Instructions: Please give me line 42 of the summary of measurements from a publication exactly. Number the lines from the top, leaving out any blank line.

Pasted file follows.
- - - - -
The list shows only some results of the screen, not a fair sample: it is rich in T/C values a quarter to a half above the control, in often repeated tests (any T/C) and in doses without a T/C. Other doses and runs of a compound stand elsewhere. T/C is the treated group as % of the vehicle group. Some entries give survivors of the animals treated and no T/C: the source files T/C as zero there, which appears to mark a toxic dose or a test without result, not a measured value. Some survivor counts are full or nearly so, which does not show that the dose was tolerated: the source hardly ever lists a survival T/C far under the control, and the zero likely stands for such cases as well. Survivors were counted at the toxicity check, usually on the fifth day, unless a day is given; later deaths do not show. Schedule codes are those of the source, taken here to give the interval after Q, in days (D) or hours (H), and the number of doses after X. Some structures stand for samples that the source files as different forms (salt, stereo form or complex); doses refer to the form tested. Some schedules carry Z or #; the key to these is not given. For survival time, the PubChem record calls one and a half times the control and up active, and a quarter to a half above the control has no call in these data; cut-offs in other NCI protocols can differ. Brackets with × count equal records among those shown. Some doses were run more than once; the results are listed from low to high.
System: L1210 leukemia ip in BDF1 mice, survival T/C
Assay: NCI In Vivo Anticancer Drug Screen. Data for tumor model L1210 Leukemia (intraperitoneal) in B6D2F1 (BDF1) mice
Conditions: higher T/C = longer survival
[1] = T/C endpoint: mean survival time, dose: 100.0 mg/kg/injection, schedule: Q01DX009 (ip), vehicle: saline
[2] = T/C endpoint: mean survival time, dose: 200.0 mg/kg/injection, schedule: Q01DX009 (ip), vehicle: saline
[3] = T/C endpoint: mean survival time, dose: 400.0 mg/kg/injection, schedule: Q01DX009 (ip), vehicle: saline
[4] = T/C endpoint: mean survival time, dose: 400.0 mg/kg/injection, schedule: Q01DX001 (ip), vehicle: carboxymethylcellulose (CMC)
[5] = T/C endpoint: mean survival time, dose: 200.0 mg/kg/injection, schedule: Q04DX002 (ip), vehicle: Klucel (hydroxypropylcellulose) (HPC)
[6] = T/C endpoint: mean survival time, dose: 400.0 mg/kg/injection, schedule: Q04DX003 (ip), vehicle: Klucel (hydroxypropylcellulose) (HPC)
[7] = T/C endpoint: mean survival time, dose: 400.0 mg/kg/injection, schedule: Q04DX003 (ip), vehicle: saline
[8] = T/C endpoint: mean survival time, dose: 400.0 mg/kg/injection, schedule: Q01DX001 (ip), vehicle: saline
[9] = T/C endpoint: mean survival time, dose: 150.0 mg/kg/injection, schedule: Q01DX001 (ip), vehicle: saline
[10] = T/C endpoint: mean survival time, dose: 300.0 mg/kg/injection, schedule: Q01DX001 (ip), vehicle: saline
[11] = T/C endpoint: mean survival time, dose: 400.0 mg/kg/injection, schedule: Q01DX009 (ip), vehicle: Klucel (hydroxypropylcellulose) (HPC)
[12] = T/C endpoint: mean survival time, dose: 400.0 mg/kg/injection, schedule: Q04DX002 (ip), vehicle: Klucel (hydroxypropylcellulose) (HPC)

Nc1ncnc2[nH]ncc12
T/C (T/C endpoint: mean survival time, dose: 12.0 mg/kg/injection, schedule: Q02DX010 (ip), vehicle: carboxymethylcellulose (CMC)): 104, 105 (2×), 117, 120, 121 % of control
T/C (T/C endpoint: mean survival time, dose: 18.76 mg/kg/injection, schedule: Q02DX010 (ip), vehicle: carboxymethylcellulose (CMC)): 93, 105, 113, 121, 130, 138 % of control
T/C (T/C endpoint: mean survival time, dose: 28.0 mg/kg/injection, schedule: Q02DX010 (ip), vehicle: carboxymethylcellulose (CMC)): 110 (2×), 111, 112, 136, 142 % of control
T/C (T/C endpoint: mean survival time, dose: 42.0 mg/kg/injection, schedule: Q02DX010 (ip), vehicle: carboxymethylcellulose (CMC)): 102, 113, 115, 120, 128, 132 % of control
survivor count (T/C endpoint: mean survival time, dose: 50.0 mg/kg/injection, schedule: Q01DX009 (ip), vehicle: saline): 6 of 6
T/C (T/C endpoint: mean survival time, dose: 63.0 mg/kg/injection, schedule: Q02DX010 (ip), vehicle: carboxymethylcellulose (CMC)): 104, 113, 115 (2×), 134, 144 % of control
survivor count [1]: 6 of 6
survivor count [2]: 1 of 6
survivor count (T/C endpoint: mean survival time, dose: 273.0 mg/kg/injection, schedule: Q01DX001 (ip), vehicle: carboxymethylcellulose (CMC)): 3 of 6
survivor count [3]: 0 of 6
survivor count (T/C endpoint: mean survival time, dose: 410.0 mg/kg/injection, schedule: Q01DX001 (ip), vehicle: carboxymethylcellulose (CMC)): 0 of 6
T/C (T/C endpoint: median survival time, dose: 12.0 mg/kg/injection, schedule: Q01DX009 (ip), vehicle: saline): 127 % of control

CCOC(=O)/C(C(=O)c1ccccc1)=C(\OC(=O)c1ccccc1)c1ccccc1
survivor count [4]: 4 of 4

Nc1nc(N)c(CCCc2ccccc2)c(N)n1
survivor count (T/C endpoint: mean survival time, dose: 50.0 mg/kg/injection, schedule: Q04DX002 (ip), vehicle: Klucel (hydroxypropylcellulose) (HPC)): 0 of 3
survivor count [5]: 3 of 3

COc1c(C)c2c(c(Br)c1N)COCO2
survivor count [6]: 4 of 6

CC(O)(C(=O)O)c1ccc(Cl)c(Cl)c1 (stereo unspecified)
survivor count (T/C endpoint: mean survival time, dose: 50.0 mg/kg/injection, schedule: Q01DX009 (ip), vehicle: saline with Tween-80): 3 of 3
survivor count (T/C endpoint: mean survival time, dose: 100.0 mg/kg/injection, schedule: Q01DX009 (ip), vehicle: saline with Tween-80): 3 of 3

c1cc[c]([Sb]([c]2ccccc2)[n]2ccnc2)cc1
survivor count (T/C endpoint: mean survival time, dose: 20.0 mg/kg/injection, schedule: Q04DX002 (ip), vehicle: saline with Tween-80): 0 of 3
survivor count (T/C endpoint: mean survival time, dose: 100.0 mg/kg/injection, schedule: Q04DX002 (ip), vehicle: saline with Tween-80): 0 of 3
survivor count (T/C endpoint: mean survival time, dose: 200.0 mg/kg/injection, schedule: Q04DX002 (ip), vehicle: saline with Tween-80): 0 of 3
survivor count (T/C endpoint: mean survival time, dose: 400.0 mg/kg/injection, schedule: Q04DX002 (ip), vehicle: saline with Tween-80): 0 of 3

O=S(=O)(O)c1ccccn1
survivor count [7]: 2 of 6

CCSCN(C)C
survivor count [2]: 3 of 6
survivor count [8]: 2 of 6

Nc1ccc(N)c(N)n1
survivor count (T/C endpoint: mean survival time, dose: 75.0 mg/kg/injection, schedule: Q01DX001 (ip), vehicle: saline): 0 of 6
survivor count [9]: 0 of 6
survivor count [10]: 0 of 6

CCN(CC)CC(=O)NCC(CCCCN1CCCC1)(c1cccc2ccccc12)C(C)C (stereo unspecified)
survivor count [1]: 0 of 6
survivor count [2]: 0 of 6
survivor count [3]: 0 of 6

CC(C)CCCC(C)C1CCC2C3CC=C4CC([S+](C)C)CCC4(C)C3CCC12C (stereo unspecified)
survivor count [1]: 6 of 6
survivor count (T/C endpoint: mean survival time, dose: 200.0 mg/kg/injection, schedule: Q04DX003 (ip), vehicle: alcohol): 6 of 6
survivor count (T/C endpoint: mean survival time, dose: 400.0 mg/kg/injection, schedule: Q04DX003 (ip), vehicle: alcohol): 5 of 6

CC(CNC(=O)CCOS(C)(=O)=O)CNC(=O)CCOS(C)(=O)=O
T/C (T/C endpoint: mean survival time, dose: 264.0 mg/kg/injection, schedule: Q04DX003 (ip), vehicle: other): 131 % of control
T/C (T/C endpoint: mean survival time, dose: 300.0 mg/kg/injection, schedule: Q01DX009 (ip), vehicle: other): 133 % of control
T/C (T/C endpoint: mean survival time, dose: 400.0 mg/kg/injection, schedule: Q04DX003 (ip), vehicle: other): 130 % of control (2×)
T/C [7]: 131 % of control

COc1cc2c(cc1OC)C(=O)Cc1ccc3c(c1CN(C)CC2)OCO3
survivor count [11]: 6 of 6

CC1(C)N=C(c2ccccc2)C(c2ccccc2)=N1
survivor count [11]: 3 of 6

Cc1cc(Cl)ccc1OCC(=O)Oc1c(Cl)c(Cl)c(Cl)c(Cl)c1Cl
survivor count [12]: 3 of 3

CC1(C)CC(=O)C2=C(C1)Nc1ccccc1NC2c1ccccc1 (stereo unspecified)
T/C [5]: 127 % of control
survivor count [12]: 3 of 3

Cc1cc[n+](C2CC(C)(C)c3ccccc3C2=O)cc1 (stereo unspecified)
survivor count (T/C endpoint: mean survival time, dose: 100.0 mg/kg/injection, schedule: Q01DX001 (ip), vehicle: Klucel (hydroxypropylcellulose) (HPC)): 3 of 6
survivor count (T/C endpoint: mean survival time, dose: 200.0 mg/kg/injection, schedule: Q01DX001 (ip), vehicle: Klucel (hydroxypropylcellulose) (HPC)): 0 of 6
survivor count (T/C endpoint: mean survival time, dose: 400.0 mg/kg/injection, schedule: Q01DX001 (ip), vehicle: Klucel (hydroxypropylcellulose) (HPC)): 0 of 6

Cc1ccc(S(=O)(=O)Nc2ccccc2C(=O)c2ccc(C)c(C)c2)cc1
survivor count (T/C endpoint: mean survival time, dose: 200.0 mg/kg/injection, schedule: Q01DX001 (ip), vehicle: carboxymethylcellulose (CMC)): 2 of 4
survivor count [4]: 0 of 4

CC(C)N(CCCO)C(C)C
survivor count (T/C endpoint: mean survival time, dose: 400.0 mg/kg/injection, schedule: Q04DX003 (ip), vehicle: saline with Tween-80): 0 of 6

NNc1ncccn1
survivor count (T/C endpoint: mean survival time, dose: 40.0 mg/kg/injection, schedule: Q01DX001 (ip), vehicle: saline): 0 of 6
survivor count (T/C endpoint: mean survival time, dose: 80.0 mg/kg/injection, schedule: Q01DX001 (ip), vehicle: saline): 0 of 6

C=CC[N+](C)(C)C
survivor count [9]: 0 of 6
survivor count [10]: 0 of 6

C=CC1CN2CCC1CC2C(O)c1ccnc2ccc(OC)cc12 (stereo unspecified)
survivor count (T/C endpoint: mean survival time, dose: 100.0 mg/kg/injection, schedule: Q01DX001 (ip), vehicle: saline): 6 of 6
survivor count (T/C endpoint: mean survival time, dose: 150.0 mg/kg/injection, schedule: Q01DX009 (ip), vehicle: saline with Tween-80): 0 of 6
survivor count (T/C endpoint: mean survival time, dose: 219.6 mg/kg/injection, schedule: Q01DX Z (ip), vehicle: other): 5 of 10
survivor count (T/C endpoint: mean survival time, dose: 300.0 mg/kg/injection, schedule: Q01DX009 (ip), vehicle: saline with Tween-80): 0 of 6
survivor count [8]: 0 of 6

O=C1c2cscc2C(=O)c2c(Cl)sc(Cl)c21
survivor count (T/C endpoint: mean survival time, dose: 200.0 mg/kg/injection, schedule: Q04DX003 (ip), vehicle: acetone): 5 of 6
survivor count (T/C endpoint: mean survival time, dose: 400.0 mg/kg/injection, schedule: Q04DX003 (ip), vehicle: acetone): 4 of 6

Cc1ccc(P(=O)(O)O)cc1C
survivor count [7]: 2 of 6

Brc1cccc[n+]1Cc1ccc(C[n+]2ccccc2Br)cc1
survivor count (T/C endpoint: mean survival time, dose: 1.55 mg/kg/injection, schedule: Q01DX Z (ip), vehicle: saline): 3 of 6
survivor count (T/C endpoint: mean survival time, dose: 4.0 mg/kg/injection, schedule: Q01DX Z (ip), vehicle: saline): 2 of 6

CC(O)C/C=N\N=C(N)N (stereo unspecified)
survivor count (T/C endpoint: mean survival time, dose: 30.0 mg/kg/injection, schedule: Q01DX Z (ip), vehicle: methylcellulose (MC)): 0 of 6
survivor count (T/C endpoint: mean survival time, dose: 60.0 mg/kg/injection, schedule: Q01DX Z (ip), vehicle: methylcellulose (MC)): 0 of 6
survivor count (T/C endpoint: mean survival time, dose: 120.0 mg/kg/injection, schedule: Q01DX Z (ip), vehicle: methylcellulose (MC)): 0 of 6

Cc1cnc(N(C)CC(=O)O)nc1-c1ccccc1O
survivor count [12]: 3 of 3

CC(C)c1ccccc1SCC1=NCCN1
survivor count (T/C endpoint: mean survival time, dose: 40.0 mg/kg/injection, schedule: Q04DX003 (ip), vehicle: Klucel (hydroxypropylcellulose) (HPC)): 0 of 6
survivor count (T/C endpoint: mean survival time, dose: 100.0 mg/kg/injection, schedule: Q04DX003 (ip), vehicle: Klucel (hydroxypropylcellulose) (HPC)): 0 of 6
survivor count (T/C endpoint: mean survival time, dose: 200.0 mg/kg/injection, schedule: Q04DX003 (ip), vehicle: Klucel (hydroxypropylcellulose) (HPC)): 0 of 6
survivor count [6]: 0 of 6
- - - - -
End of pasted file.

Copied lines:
survivor count (T/C endpoint: mean survival time, dose: 100.0 mg/kg/injection, schedule: Q04DX002 (ip), vehicle: saline with Tween-80): 0 of 3